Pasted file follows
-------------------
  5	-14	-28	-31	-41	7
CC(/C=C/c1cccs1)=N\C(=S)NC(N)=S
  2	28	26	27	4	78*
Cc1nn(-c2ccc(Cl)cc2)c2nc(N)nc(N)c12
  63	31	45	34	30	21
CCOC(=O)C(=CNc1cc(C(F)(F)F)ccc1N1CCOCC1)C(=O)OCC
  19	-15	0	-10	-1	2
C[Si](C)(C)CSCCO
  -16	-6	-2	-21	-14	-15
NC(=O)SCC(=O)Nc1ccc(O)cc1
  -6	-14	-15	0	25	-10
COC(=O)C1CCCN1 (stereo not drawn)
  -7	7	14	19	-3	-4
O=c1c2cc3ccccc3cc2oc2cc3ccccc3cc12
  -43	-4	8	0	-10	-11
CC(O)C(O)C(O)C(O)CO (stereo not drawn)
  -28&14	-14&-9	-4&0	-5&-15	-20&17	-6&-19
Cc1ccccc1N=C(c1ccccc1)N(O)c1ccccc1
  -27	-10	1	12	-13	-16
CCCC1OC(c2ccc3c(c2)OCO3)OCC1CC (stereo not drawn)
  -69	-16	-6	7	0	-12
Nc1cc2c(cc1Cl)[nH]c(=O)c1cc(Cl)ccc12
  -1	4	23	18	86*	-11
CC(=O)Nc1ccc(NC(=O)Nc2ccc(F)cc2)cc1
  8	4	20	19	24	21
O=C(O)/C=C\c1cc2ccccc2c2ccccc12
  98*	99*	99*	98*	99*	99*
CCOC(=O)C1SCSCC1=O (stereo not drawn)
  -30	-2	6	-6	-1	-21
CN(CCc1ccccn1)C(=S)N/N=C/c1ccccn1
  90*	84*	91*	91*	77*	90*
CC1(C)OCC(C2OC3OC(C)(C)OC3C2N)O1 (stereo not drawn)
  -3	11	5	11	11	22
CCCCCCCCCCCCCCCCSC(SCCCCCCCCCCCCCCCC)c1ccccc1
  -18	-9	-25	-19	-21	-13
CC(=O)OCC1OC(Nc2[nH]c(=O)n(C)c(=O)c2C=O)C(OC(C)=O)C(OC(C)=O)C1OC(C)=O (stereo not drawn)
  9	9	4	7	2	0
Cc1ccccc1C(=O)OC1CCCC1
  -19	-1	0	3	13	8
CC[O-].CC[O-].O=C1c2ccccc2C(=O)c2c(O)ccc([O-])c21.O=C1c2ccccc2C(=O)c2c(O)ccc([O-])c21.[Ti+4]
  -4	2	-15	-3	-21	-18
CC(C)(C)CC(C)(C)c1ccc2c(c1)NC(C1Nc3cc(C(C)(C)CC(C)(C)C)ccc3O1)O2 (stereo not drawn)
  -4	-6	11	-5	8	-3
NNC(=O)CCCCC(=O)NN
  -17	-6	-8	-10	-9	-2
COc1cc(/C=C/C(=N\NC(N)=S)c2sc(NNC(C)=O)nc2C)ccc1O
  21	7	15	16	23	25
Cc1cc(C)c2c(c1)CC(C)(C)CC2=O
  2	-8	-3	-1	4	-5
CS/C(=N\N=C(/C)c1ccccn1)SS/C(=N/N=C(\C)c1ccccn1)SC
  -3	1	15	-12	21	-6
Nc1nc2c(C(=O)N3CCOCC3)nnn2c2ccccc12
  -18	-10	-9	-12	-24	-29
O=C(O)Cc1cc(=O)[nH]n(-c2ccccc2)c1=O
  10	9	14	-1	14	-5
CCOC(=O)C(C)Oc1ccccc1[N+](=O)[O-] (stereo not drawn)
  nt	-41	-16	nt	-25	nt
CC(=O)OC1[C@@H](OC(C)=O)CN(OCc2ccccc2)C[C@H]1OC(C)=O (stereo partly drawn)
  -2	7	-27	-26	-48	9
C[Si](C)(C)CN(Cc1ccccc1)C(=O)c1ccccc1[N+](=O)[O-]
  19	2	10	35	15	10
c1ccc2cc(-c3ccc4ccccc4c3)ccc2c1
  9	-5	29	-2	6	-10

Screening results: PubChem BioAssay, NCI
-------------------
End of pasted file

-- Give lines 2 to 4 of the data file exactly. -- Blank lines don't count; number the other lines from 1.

CC(/C=C/c1cccs1)=N\C(=S)NC(N)=S
  2	28	26	27	4	78*
Cc1nn(-c2ccc(Cl)cc2)c2nc(N)nc(N)c12